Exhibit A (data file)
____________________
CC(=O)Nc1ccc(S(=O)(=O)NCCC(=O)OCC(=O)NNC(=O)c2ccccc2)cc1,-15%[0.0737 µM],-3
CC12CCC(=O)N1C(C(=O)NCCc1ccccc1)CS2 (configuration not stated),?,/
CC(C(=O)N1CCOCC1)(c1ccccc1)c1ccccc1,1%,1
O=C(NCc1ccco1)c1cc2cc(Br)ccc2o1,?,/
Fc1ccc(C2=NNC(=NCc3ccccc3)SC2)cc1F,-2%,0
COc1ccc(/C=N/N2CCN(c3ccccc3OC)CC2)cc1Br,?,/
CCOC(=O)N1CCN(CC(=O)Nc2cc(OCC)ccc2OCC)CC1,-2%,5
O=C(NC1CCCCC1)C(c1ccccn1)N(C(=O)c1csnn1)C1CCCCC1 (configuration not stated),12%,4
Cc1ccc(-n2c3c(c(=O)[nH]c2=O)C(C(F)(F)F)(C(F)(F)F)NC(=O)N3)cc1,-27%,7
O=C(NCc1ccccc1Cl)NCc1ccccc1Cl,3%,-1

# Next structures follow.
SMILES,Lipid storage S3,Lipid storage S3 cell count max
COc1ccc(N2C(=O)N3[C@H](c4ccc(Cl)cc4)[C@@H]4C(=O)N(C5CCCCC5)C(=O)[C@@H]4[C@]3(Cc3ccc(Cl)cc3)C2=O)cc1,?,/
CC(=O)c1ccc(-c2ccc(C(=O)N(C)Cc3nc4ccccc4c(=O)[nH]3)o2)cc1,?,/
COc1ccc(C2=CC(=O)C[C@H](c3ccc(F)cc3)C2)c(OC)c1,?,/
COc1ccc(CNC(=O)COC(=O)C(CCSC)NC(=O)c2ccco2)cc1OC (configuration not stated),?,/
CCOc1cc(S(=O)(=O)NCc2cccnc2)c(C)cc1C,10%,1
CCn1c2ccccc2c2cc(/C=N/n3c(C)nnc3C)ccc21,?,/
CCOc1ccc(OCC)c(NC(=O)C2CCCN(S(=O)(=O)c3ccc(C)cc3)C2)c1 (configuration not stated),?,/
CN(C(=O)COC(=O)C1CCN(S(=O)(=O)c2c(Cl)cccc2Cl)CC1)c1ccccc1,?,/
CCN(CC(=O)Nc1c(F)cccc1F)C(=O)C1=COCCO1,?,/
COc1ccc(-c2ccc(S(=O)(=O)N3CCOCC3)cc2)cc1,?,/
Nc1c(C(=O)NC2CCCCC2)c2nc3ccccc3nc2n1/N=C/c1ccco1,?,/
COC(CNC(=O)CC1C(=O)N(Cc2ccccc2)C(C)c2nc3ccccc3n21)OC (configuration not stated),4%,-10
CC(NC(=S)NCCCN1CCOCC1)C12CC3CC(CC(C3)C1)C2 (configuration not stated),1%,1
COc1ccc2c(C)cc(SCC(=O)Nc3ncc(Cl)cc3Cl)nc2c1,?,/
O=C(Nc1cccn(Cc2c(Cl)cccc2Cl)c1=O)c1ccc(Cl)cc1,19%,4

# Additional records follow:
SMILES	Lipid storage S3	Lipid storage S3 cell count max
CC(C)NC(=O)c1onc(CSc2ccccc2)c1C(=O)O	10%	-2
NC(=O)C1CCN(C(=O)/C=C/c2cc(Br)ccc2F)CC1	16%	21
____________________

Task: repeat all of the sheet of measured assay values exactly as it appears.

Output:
CC(=O)Nc1ccc(S(=O)(=O)NCCC(=O)OCC(=O)NNC(=O)c2ccccc2)cc1,-15%[0.0737 µM],-3
CC12CCC(=O)N1C(C(=O)NCCc1ccccc1)CS2 (configuration not stated),?,/
CC(C(=O)N1CCOCC1)(c1ccccc1)c1ccccc1,1%,1
O=C(NCc1ccco1)c1cc2cc(Br)ccc2o1,?,/
Fc1ccc(C2=NNC(=NCc3ccccc3)SC2)cc1F,-2%,0
COc1ccc(/C=N/N2CCN(c3ccccc3OC)CC2)cc1Br,?,/
CCOC(=O)N1CCN(CC(=O)Nc2cc(OCC)ccc2OCC)CC1,-2%,5
O=C(NC1CCCCC1)C(c1ccccn1)N(C(=O)c1csnn1)C1CCCCC1 (configuration not stated),12%,4
Cc1ccc(-n2c3c(c(=O)[nH]c2=O)C(C(F)(F)F)(C(F)(F)F)NC(=O)N3)cc1,-27%,7
O=C(NCc1ccccc1Cl)NCc1ccccc1Cl,3%,-1

# Next structures follow.
SMILES,Lipid storage S3,Lipid storage S3 cell count max
COc1ccc(N2C(=O)N3[C@H](c4ccc(Cl)cc4)[C@@H]4C(=O)N(C5CCCCC5)C(=O)[C@@H]4[C@]3(Cc3ccc(Cl)cc3)C2=O)cc1,?,/
CC(=O)c1ccc(-c2ccc(C(=O)N(C)Cc3nc4ccccc4c(=O)[nH]3)o2)cc1,?,/
COc1ccc(C2=CC(=O)C[C@H](c3ccc(F)cc3)C2)c(OC)c1,?,/
COc1ccc(CNC(=O)COC(=O)C(CCSC)NC(=O)c2ccco2)cc1OC (configuration not stated),?,/
CCOc1cc(S(=O)(=O)NCc2cccnc2)c(C)cc1C,10%,1
CCn1c2ccccc2c2cc(/C=N/n3c(C)nnc3C)ccc21,?,/
CCOc1ccc(OCC)c(NC(=O)C2CCCN(S(=O)(=O)c3ccc(C)cc3)C2)c1 (configuration not stated),?,/
CN(C(=O)COC(=O)C1CCN(S(=O)(=O)c2c(Cl)cccc2Cl)CC1)c1ccccc1,?,/
CCN(CC(=O)Nc1c(F)cccc1F)C(=O)C1=COCCO1,?,/
COc1ccc(-c2ccc(S(=O)(=O)N3CCOCC3)cc2)cc1,?,/
Nc1c(C(=O)NC2CCCCC2)c2nc3ccccc3nc2n1/N=C/c1ccco1,?,/
COC(CNC(=O)CC1C(=O)N(Cc2ccccc2)C(C)c2nc3ccccc3n21)OC (configuration not stated),4%,-10
CC(NC(=S)NCCCN1CCOCC1)C12CC3CC(CC(C3)C1)C2 (configuration not stated),1%,1
COc1ccc2c(C)cc(SCC(=O)Nc3ncc(Cl)cc3Cl)nc2c1,?,/
O=C(Nc1cccn(Cc2c(Cl)cccc2Cl)c1=O)c1ccc(Cl)cc1,19%,4

# Additional records follow:
SMILES	Lipid storage S3	Lipid storage S3 cell count max
CC(C)NC(=O)c1onc(CSc2ccccc2)c1C(=O)O	10%	-2
NC(=O)C1CCN(C(=O)/C=C/c2cc(Br)ccc2F)CC1	16%	21